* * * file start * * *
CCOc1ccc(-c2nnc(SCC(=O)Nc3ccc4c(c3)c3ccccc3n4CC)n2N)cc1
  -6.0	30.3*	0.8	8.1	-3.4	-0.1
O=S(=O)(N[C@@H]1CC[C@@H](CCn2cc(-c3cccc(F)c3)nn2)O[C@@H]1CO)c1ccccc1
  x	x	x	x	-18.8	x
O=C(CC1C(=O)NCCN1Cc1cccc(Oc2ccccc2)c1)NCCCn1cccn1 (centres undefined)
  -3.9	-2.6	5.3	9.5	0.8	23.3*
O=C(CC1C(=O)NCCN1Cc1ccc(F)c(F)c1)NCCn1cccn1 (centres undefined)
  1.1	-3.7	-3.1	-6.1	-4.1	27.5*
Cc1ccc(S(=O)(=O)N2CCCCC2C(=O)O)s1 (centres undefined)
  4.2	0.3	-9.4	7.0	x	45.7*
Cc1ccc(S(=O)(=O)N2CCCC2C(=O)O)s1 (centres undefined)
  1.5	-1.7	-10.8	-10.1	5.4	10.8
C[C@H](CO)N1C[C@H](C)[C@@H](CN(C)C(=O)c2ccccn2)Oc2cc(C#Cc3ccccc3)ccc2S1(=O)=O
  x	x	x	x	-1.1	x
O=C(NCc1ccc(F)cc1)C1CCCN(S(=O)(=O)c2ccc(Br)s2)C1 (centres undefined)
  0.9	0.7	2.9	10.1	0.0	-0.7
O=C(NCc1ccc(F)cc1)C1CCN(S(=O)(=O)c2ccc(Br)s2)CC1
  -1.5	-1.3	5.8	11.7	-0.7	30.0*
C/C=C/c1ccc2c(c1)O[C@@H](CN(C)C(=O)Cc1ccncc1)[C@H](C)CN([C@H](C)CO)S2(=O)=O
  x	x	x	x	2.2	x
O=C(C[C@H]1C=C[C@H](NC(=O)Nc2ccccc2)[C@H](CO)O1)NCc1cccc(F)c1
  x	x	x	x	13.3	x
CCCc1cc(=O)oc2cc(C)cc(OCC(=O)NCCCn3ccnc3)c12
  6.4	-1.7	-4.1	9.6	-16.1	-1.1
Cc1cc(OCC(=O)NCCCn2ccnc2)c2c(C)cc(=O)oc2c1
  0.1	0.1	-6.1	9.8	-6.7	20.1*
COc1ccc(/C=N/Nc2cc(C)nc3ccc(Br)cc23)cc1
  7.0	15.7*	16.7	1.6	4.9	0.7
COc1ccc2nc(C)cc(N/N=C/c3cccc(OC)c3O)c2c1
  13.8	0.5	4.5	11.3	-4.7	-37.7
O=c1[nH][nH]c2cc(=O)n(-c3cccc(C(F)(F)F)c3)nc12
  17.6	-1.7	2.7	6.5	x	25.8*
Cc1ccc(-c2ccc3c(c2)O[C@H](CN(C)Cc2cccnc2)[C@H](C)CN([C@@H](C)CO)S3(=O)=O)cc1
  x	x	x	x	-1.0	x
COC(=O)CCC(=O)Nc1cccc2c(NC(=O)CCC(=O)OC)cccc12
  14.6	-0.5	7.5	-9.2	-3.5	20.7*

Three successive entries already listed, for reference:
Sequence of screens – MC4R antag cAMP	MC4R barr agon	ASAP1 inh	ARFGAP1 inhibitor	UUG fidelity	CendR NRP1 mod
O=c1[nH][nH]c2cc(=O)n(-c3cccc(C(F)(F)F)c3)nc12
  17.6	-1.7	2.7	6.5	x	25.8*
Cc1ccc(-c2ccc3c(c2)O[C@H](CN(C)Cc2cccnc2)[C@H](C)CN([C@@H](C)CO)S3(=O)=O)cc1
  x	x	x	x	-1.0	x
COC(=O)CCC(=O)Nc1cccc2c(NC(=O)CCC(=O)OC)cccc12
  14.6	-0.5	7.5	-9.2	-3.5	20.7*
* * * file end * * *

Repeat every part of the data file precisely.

CCOc1ccc(-c2nnc(SCC(=O)Nc3ccc4c(c3)c3ccccc3n4CC)n2N)cc1
  -6.0	30.3*	0.8	8.1	-3.4	-0.1
O=S(=O)(N[C@@H]1CC[C@@H](CCn2cc(-c3cccc(F)c3)nn2)O[C@@H]1CO)c1ccccc1
  x	x	x	x	-18.8	x
O=C(CC1C(=O)NCCN1Cc1cccc(Oc2ccccc2)c1)NCCCn1cccn1 (centres undefined)
  -3.9	-2.6	5.3	9.5	0.8	23.3*
O=C(CC1C(=O)NCCN1Cc1ccc(F)c(F)c1)NCCn1cccn1 (centres undefined)
  1.1	-3.7	-3.1	-6.1	-4.1	27.5*
Cc1ccc(S(=O)(=O)N2CCCCC2C(=O)O)s1 (centres undefined)
  4.2	0.3	-9.4	7.0	x	45.7*
Cc1ccc(S(=O)(=O)N2CCCC2C(=O)O)s1 (centres undefined)
  1.5	-1.7	-10.8	-10.1	5.4	10.8
C[C@H](CO)N1C[C@H](C)[C@@H](CN(C)C(=O)c2ccccn2)Oc2cc(C#Cc3ccccc3)ccc2S1(=O)=O
  x	x	x	x	-1.1	x
O=C(NCc1ccc(F)cc1)C1CCCN(S(=O)(=O)c2ccc(Br)s2)C1 (centres undefined)
  0.9	0.7	2.9	10.1	0.0	-0.7
O=C(NCc1ccc(F)cc1)C1CCN(S(=O)(=O)c2ccc(Br)s2)CC1
  -1.5	-1.3	5.8	11.7	-0.7	30.0*
C/C=C/c1ccc2c(c1)O[C@@H](CN(C)C(=O)Cc1ccncc1)[C@H](C)CN([C@H](C)CO)S2(=O)=O
  x	x	x	x	2.2	x
O=C(C[C@H]1C=C[C@H](NC(=O)Nc2ccccc2)[C@H](CO)O1)NCc1cccc(F)c1
  x	x	x	x	13.3	x
CCCc1cc(=O)oc2cc(C)cc(OCC(=O)NCCCn3ccnc3)c12
  6.4	-1.7	-4.1	9.6	-16.1	-1.1
Cc1cc(OCC(=O)NCCCn2ccnc2)c2c(C)cc(=O)oc2c1
  0.1	0.1	-6.1	9.8	-6.7	20.1*
COc1ccc(/C=N/Nc2cc(C)nc3ccc(Br)cc23)cc1
  7.0	15.7*	16.7	1.6	4.9	0.7
COc1ccc2nc(C)cc(N/N=C/c3cccc(OC)c3O)c2c1
  13.8	0.5	4.5	11.3	-4.7	-37.7
O=c1[nH][nH]c2cc(=O)n(-c3cccc(C(F)(F)F)c3)nc12
  17.6	-1.7	2.7	6.5	x	25.8*
Cc1ccc(-c2ccc3c(c2)O[C@H](CN(C)Cc2cccnc2)[C@H](C)CN([C@@H](C)CO)S3(=O)=O)cc1
  x	x	x	x	-1.0	x
COC(=O)CCC(=O)Nc1cccc2c(NC(=O)CCC(=O)OC)cccc12
  14.6	-0.5	7.5	-9.2	-3.5	20.7*

Three successive entries already listed, for reference:
Sequence of screens – MC4R antag cAMP	MC4R barr agon	ASAP1 inh	ARFGAP1 inhibitor	UUG fidelity	CendR NRP1 mod
O=c1[nH][nH]c2cc(=O)n(-c3cccc(C(F)(F)F)c3)nc12
  17.6	-1.7	2.7	6.5	x	25.8*
Cc1ccc(-c2ccc3c(c2)O[C@H](CN(C)Cc2cccnc2)[C@H](C)CN([C@@H](C)CO)S3(=O)=O)cc1
  x	x	x	x	-1.0	x
COC(=O)CCC(=O)Nc1cccc2c(NC(=O)CCC(=O)OC)cccc12
  14.6	-0.5	7.5	-9.2	-3.5	20.7*